WEST CHESTER, Pa., May 22, 2012 — The mainstream media continue to discount Ron Paul as a factor in the race for the Republican nomination, even though he and his supporters could become serious contenders when the convention meets in August. Paul continues to rack up delegates in such states as Iowa, Minnesota, Missouri and Colorado.
Strangely, in spite of the success of Paul’s strategy in accumulating delegates, many pundits insist that Paul remains a nonfactor. These same pundits continue to claim that electorally Ron Paul cannot win the Republican nomination, and while the media miss the mark by discounting Paul as a contender, they miss the truly “big story” of the 2012 election. That is, that Ron Paul, mobilizing both young and old with his message of liberty tempered by personal responsibility, and government power tempered by accountability, has already won far more than the election. He has won the trust and the imagination of the people, Rocky Balboa-style.
Consider the issue of the Federal Reserve, where Dr. Paul has been an outspoken critic of the Fed’s policies for years. When Paul proposed a bill to audit the Federal Reserve in 1983, he had not a single Republican or Democrat who was willing to co-sponsor the measure. When he reintroduced it in 2011, every Republican and several Democrats in the House signed onto Paul’s bill.
Almost every Republican candidate vying for the nomination this year supported a full independent audit of the Federal Reserve, and many demanded that Chairman Bernanke be fired. Texas Governor Rick Perry, when asked about future quantitative easing by the Fed, went further than most Republicans when he said, “If this guy prints more money between now and the election, I dunno what y’all would do to him in Iowa but we would treat him pretty ugly down in Texas. Printing more money to play politics at this particular time in American history is almost treacherous – or treasonous in my opinion.” Paul’s views on the Federal Reserve are no longer outside the mainstream. According to a survey published by Bloomberg in 2010, most Americans believe that the Fed should be severely reigned in or altogether abolished. These numbers are probably higher in 2012 considering that Fed policies have not pulled us out recession.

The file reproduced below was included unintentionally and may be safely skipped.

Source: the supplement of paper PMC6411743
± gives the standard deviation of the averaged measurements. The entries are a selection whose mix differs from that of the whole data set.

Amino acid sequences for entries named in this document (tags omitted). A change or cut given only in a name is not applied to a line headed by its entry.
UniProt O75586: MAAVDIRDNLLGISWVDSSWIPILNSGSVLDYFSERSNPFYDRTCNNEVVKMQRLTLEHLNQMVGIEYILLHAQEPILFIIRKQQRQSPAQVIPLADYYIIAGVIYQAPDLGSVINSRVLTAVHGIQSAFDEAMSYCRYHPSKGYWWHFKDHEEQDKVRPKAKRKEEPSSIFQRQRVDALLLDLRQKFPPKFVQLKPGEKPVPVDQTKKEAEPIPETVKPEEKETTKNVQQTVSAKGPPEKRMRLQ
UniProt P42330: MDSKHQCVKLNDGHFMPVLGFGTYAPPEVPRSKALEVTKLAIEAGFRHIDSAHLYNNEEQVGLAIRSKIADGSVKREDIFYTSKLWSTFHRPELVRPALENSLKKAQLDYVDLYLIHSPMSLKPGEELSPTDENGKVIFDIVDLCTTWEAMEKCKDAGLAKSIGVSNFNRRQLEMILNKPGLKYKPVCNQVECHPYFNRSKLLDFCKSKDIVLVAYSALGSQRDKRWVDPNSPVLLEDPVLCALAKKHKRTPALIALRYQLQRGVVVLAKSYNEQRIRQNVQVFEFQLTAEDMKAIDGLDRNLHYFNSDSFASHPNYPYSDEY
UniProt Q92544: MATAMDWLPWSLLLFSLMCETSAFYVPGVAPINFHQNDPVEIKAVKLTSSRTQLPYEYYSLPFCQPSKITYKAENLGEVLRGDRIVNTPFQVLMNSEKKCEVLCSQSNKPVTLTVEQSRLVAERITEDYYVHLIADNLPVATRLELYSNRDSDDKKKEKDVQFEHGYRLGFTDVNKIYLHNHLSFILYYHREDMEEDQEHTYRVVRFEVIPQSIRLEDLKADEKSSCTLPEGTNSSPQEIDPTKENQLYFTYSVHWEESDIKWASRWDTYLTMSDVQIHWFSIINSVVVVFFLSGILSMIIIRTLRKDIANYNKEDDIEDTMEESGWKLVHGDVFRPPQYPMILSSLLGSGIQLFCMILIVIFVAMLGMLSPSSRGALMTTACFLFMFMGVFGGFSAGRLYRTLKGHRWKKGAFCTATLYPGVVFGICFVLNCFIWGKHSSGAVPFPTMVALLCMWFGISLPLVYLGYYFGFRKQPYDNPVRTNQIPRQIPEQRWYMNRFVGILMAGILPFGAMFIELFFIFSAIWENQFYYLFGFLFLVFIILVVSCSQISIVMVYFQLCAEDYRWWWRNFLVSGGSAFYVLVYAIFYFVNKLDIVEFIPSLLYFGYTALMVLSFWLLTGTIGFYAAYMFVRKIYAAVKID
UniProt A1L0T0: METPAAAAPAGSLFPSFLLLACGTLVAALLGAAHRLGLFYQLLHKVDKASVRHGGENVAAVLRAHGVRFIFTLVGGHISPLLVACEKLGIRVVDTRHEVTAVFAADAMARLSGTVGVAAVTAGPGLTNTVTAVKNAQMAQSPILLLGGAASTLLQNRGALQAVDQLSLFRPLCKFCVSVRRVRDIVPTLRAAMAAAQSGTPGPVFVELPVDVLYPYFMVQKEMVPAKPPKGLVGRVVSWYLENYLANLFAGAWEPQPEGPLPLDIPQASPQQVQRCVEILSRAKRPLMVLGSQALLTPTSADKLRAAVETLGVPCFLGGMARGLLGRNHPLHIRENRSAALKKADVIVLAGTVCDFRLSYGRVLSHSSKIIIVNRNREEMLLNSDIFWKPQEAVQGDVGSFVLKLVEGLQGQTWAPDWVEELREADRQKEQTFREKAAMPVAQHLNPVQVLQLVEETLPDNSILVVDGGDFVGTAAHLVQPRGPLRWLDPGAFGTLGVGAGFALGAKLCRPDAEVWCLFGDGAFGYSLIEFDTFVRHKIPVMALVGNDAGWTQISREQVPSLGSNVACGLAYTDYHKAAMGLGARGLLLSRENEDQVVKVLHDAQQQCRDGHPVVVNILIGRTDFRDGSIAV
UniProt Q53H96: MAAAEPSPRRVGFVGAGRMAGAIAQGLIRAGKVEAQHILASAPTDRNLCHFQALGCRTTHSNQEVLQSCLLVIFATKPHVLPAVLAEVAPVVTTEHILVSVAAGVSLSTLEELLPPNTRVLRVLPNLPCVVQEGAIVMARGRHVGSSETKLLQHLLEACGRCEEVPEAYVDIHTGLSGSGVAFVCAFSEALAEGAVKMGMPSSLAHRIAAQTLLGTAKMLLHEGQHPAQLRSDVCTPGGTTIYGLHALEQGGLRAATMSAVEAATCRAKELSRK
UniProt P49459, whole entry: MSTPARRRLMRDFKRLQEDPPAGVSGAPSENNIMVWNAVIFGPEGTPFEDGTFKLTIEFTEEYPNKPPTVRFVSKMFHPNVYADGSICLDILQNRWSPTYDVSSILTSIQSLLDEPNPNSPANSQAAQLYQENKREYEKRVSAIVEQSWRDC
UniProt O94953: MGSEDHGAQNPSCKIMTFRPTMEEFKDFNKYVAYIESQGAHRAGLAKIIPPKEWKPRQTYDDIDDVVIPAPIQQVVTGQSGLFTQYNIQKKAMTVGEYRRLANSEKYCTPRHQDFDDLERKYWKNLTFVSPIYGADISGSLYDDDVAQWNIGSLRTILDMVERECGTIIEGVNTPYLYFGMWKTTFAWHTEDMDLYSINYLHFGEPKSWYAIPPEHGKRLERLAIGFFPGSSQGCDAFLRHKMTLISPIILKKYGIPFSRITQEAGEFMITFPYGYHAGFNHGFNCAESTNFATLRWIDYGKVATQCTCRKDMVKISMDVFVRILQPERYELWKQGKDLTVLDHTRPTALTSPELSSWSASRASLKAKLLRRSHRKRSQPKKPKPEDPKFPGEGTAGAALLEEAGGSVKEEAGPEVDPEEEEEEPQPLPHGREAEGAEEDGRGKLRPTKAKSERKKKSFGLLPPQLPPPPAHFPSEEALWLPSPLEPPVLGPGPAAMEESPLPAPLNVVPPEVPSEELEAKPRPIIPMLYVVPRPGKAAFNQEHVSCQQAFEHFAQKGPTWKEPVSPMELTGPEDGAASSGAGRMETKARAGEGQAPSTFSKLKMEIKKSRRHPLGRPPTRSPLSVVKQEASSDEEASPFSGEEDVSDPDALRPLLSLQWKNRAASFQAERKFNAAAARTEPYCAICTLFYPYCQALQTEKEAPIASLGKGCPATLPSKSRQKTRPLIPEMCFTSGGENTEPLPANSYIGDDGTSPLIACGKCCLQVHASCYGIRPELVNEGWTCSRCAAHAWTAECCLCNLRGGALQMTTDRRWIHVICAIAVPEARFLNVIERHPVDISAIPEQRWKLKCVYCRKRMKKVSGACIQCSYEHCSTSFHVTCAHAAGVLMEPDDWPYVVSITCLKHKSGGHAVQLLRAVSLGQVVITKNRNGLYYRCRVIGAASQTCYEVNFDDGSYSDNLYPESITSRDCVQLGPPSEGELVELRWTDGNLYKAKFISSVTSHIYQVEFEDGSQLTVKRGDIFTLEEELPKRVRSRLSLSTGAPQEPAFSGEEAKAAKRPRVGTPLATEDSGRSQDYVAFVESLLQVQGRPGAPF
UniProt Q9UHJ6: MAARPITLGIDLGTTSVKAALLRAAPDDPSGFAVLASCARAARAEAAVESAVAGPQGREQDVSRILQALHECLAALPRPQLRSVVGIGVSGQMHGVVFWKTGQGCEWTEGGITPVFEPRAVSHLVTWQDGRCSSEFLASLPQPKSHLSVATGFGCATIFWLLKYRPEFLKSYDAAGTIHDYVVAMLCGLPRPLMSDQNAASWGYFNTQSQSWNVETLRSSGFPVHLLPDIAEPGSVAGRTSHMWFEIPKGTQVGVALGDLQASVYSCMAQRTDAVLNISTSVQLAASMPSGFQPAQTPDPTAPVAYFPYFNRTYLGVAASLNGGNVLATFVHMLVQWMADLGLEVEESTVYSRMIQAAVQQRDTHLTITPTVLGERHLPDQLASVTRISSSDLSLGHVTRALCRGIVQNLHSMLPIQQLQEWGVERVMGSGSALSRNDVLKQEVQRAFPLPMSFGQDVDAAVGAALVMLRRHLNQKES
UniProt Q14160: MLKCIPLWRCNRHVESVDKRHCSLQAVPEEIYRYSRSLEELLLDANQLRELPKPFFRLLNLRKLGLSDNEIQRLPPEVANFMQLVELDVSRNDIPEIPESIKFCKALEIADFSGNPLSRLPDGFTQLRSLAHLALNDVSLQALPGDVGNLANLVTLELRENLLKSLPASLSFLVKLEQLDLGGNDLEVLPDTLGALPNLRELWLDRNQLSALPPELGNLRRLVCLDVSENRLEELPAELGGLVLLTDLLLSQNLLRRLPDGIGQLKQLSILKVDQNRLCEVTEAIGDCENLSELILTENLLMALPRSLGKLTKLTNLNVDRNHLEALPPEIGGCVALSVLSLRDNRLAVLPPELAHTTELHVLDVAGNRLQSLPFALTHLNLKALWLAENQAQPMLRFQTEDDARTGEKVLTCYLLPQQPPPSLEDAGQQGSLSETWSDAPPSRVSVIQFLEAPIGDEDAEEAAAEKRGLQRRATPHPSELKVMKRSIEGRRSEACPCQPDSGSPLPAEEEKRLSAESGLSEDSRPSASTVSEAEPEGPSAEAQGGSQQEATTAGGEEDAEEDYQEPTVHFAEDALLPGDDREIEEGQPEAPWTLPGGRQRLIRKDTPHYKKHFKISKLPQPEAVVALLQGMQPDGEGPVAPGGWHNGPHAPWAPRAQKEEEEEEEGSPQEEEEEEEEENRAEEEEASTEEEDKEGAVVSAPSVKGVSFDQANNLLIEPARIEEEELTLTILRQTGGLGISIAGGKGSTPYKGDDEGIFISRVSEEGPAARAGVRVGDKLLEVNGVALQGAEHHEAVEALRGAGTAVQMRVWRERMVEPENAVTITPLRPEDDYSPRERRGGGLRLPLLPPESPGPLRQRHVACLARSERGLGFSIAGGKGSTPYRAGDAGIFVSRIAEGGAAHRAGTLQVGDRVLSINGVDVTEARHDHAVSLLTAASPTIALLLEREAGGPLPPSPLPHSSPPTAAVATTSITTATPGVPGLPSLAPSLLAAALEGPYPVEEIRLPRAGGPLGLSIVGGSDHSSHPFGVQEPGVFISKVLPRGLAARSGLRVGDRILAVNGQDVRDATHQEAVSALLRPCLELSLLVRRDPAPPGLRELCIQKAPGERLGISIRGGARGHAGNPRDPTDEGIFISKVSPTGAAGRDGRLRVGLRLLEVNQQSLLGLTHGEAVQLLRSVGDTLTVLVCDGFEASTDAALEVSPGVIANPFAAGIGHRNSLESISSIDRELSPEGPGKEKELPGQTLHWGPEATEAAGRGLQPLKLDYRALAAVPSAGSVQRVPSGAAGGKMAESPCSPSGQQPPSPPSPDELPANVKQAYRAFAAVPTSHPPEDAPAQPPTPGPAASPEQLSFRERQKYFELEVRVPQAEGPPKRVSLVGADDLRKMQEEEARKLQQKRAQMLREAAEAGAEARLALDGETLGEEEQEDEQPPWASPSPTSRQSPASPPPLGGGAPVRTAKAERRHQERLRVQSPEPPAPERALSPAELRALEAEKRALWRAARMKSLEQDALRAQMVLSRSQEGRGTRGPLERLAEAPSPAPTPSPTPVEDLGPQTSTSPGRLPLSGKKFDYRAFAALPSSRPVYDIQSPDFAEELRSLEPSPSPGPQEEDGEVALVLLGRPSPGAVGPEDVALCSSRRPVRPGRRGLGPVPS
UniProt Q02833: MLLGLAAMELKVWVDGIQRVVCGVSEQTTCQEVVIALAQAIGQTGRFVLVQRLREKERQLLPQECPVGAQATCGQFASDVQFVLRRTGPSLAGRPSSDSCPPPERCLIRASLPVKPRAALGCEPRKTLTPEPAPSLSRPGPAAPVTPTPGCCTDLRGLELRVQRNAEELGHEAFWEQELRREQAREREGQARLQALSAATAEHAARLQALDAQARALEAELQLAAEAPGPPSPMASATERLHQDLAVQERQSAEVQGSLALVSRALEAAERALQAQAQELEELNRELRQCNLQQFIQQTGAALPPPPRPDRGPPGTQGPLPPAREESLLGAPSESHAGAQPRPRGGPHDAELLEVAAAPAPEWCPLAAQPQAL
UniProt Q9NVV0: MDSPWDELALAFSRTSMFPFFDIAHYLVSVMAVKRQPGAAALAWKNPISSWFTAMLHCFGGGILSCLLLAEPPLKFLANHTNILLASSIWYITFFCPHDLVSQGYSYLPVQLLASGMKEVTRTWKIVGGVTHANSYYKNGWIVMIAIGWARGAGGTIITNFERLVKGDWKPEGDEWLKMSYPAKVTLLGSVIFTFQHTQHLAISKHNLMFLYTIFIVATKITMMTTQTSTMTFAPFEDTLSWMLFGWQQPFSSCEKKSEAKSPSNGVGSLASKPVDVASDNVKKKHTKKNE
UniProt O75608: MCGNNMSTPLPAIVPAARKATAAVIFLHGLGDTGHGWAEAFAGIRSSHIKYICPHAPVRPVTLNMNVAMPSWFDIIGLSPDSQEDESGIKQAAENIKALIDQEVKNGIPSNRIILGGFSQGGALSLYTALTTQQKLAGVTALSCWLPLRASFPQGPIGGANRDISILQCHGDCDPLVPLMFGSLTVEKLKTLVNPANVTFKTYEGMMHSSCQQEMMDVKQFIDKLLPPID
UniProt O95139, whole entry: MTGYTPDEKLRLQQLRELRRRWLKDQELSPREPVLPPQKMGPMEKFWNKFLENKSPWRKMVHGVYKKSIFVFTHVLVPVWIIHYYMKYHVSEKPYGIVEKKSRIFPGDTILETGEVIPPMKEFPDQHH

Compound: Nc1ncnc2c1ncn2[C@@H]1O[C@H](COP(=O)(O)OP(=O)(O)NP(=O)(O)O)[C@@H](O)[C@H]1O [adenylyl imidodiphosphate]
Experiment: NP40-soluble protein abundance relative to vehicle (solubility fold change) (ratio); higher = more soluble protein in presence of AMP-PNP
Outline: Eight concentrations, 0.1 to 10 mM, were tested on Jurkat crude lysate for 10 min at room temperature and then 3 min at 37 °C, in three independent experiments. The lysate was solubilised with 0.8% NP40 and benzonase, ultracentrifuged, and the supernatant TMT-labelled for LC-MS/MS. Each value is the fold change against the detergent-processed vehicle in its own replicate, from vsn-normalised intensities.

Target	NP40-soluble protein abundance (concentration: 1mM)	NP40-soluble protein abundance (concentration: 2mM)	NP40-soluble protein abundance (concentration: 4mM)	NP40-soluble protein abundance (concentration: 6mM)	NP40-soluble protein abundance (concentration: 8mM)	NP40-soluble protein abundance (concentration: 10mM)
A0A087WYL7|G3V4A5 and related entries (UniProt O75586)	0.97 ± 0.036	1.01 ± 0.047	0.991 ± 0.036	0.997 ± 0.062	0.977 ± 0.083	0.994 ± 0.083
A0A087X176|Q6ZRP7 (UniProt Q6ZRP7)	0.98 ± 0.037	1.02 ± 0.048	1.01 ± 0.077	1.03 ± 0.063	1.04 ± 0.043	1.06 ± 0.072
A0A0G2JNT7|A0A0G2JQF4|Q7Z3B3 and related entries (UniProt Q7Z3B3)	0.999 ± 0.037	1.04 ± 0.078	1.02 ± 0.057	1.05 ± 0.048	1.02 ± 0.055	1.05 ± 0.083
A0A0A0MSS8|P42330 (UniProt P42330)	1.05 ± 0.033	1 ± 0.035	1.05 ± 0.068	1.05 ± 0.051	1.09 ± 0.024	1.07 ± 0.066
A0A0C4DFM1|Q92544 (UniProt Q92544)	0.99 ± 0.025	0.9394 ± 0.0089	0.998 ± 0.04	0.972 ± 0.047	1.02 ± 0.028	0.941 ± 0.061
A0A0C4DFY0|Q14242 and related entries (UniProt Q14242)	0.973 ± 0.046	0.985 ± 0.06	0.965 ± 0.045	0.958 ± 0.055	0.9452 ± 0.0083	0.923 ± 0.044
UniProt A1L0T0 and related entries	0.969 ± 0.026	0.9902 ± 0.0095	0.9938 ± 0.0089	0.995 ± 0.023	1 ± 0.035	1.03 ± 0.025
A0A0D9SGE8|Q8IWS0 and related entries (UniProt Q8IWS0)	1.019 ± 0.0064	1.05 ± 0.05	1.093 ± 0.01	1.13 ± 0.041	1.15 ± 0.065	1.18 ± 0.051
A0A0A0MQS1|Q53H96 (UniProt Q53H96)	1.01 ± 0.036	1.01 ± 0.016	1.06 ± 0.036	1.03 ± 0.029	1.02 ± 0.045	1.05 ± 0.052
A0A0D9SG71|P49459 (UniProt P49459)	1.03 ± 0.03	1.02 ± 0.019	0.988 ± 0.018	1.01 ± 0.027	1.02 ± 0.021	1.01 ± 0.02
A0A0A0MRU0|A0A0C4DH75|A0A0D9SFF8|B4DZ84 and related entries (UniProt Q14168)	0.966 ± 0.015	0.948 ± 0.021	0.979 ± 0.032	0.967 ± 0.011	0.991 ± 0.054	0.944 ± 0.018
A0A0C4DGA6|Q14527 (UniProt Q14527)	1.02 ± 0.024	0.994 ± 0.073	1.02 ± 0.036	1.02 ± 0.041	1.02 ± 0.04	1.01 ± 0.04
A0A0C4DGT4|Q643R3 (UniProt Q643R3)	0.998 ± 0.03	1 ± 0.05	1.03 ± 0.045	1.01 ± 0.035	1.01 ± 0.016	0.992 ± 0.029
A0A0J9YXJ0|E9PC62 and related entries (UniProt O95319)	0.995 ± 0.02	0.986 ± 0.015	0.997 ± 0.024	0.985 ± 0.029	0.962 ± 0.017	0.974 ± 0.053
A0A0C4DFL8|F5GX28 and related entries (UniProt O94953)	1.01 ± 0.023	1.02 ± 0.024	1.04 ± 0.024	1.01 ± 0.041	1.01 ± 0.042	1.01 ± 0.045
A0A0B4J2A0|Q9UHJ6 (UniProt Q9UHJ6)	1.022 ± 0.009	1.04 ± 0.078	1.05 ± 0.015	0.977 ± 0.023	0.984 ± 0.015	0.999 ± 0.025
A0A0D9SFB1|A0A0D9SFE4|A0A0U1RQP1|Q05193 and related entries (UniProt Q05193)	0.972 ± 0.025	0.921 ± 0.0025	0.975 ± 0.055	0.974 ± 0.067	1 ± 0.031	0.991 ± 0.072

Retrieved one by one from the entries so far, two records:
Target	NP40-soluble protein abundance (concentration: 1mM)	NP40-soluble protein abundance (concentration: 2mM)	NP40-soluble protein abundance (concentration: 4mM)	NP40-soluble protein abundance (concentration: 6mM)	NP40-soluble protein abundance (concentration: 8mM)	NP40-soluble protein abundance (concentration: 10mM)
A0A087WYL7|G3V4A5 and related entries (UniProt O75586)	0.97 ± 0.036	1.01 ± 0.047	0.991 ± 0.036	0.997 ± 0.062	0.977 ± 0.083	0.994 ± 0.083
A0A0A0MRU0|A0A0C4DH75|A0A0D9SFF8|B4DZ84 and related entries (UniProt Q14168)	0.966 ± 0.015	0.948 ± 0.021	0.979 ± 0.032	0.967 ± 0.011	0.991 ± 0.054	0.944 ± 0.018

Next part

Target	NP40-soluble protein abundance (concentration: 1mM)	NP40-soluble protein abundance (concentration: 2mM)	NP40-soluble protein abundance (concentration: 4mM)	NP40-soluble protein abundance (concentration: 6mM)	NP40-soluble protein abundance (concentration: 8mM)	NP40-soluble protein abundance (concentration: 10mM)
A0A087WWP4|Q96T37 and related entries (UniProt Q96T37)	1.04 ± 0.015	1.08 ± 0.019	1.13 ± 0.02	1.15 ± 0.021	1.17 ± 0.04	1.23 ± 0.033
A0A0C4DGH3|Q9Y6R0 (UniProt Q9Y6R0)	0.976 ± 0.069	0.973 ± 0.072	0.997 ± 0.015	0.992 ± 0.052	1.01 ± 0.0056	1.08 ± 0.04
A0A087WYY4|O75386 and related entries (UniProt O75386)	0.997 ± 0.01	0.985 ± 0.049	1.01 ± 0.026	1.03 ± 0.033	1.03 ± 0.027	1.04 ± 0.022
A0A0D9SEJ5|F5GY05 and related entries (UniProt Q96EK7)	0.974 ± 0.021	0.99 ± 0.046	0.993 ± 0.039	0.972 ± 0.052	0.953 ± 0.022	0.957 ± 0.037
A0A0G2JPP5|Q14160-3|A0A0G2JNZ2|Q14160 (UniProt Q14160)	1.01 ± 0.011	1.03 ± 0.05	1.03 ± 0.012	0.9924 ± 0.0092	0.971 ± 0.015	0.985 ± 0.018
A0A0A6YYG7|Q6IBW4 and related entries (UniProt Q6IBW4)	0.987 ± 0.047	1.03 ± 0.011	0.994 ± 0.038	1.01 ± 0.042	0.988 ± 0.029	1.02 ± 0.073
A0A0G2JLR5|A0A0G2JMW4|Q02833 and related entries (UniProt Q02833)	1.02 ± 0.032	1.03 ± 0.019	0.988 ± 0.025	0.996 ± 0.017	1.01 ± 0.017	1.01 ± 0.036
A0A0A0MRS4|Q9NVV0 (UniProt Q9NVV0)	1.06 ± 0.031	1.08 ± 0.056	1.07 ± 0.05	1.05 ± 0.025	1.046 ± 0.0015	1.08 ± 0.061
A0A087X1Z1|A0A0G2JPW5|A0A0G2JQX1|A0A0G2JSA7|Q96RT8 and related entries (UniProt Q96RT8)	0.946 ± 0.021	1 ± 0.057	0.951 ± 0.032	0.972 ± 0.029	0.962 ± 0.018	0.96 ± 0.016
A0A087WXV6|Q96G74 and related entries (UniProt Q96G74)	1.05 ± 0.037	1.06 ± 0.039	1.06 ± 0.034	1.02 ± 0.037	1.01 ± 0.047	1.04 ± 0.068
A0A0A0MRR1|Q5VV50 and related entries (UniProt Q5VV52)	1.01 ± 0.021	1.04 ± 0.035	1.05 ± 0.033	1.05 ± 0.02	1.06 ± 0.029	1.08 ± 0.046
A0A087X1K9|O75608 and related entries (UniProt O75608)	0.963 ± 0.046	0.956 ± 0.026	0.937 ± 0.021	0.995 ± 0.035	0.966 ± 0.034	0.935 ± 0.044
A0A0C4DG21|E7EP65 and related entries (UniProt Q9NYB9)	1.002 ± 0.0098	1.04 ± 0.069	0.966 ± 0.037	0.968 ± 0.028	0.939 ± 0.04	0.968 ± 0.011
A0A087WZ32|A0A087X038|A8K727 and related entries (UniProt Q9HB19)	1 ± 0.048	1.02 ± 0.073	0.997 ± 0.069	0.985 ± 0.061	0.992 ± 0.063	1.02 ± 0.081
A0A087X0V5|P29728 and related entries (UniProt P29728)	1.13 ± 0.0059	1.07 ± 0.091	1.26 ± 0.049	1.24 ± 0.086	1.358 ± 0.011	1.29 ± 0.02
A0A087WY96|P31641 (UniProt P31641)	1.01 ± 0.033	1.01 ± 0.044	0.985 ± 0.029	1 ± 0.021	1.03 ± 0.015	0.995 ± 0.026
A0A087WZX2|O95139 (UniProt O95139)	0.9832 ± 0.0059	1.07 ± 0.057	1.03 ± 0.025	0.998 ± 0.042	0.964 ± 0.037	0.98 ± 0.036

Some Republicans like Ron Paul’s ideas when it comes to issues that are economic, but most haven’t completely embraced his views on foreign policy. Despite GOP objections, most of the American people and American troops agree that it is time for the United States to stop policing the world and engaging in nation building missions. Several polls have shown that more than half of the American people agree that it is time for the United States to withdraw from Afghanistan. Further, according to a poll conducted by CBS, one in three U.S. veterans of the post-9/11 conflicts believe that America’s presence overseas and the wars America is currently fighting are no longer worth the cost. This probably explains why Paul receives more campaign contributions from members of our military than Obama or Romney.
Republicans are beginning to slowly come around to Paul’s view of foreign policy. This was evident when many conservatives stood with the Congressman in opposing the Libyan conflict overseas. In a recent speech, Florida Senator Marco Rubio talked about the growing divide in the Republican Party between interventionists and non-interventionists. He went on to say: “Until very recently, the general perception was that American Conservatism believed in a robust and muscular foreign policy … But when I arrived in the Senate last year I found that some of the traditional sides in the foreign policy debate had shifted. On the one hand, I found liberal Democrats and conservative Republicans working together to advocate our withdrawal from Afghanistan, and staying out of Libya. On the other hand I found myself partnering with Democrats … on a more forceful foreign policy … I recently joked that today, in the US Senate, on foreign policy, if you go far enough to the right, you wind up on the left.”
Paul’s adherence to Austrian economics is also meeting with greater acceptance in mainstream America. This theory of economics, once unknown and obscure, is now beginning to receive interest and respect. In fact, Austrian economist F.A. Hayek’s “The Road to Serfdom” was recently on the bestsellers list. Likewise, we now hear stories of Congresswoman Michelle Bachmann reading Ludwig Von Mises’ “Human Action” on the beach and young people all across the nation reading the writings of authors who adhere to the Austrian school, such as Murray Rothbard, F.A. Hayek, Thomas E. Woods, Charles Goyette, and many others.
Every day, more people are coming around to Ron Paul’s way of thinking. Paul’s message continues to attract and inspire many young people, challenging them to question their government and to change the status quo. These leaders of tomorrow will take the ideas that Paul espouses and inject them into their respective professions, be they academia, politics, business, law, health, or other. This timeline will ensure that Paul’s ideals will continue to enter into the mainstream long after Paul’s campaign for the presidency ends. Ron Paul may or may not win the Republican nomination, but he has won the battle of ideas. Many are moving in Paul’s direction, and that is a victory larger than winning the Republican nomination.
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